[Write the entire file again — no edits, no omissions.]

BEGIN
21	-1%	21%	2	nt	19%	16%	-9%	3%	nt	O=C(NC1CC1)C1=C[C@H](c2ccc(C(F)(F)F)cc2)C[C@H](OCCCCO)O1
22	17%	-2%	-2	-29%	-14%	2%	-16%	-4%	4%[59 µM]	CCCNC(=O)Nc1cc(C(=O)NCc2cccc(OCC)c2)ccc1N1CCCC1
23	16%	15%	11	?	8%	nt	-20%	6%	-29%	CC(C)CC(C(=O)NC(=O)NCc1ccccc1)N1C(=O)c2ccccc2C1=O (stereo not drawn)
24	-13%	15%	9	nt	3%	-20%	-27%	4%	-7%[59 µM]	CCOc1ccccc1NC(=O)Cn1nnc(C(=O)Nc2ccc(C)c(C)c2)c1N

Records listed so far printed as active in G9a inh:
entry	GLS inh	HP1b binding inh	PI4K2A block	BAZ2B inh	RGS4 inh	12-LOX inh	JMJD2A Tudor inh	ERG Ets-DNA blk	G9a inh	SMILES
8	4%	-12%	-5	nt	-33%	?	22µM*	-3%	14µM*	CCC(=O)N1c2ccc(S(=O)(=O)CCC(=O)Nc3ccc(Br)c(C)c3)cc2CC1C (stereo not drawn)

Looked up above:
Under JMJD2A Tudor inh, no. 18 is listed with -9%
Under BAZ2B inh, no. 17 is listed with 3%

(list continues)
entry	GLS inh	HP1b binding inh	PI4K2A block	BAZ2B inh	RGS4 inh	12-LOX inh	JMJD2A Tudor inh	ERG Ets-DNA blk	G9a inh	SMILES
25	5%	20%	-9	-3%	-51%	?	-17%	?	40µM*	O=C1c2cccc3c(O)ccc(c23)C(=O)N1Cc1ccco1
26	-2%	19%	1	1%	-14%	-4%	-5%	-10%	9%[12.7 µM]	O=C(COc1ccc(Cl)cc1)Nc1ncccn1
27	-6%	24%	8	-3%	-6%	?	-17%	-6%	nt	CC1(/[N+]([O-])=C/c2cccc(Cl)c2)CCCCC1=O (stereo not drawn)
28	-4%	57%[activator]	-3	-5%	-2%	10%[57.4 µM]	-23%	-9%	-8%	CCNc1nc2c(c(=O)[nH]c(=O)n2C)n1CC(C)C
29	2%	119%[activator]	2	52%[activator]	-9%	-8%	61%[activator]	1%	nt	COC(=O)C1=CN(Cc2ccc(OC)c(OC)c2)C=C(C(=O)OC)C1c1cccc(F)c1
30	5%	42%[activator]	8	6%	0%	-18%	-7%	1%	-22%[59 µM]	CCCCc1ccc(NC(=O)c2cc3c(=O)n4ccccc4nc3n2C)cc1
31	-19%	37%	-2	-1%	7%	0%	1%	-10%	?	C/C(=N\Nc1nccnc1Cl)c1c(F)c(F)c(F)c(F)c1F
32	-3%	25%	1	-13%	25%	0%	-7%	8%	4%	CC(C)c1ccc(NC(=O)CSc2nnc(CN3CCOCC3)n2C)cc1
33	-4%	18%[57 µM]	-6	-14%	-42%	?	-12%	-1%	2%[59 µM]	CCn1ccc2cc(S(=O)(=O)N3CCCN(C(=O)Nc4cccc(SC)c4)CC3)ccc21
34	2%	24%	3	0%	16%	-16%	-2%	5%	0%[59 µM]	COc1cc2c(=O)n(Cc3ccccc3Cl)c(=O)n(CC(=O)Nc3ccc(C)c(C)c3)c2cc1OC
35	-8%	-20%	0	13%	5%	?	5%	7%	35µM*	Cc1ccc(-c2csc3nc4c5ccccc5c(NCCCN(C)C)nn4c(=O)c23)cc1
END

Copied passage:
21	-1%	21%	2	nt	19%	16%	-9%	3%	nt	O=C(NC1CC1)C1=C[C@H](c2ccc(C(F)(F)F)cc2)C[C@H](OCCCCO)O1
22	17%	-2%	-2	-29%	-14%	2%	-16%	-4%	4%[59 µM]	CCCNC(=O)Nc1cc(C(=O)NCc2cccc(OCC)c2)ccc1N1CCCC1
23	16%	15%	11	?	8%	nt	-20%	6%	-29%	CC(C)CC(C(=O)NC(=O)NCc1ccccc1)N1C(=O)c2ccccc2C1=O (stereo not drawn)
24	-13%	15%	9	nt	3%	-20%	-27%	4%	-7%[59 µM]	CCOc1ccccc1NC(=O)Cn1nnc(C(=O)Nc2ccc(C)c(C)c2)c1N

Records listed so far printed as active in G9a inh:
entry	GLS inh	HP1b binding inh	PI4K2A block	BAZ2B inh	RGS4 inh	12-LOX inh	JMJD2A Tudor inh	ERG Ets-DNA blk	G9a inh	SMILES
8	4%	-12%	-5	nt	-33%	?	22µM*	-3%	14µM*	CCC(=O)N1c2ccc(S(=O)(=O)CCC(=O)Nc3ccc(Br)c(C)c3)cc2CC1C (stereo not drawn)

Looked up above:
Under JMJD2A Tudor inh, no. 18 is listed with -9%
Under BAZ2B inh, no. 17 is listed with 3%

(list continues)
entry	GLS inh	HP1b binding inh	PI4K2A block	BAZ2B inh	RGS4 inh	12-LOX inh	JMJD2A Tudor inh	ERG Ets-DNA blk	G9a inh	SMILES
25	5%	20%	-9	-3%	-51%	?	-17%	?	40µM*	O=C1c2cccc3c(O)ccc(c23)C(=O)N1Cc1ccco1
26	-2%	19%	1	1%	-14%	-4%	-5%	-10%	9%[12.7 µM]	O=C(COc1ccc(Cl)cc1)Nc1ncccn1
27	-6%	24%	8	-3%	-6%	?	-17%	-6%	nt	CC1(/[N+]([O-])=C/c2cccc(Cl)c2)CCCCC1=O (stereo not drawn)
28	-4%	57%[activator]	-3	-5%	-2%	10%[57.4 µM]	-23%	-9%	-8%	CCNc1nc2c(c(=O)[nH]c(=O)n2C)n1CC(C)C
29	2%	119%[activator]	2	52%[activator]	-9%	-8%	61%[activator]	1%	nt	COC(=O)C1=CN(Cc2ccc(OC)c(OC)c2)C=C(C(=O)OC)C1c1cccc(F)c1
30	5%	42%[activator]	8	6%	0%	-18%	-7%	1%	-22%[59 µM]	CCCCc1ccc(NC(=O)c2cc3c(=O)n4ccccc4nc3n2C)cc1
31	-19%	37%	-2	-1%	7%	0%	1%	-10%	?	C/C(=N\Nc1nccnc1Cl)c1c(F)c(F)c(F)c(F)c1F
32	-3%	25%	1	-13%	25%	0%	-7%	8%	4%	CC(C)c1ccc(NC(=O)CSc2nnc(CN3CCOCC3)n2C)cc1
33	-4%	18%[57 µM]	-6	-14%	-42%	?	-12%	-1%	2%[59 µM]	CCn1ccc2cc(S(=O)(=O)N3CCCN(C(=O)Nc4cccc(SC)c4)CC3)ccc21
34	2%	24%	3	0%	16%	-16%	-2%	5%	0%[59 µM]	COc1cc2c(=O)n(Cc3ccccc3Cl)c(=O)n(CC(=O)Nc3ccc(C)c(C)c3)c2cc1OC
35	-8%	-20%	0	13%	5%	?	5%	7%	35µM*	Cc1ccc(-c2csc3nc4c5ccccc5c(NCCCN(C)C)nn4c(=O)c23)cc1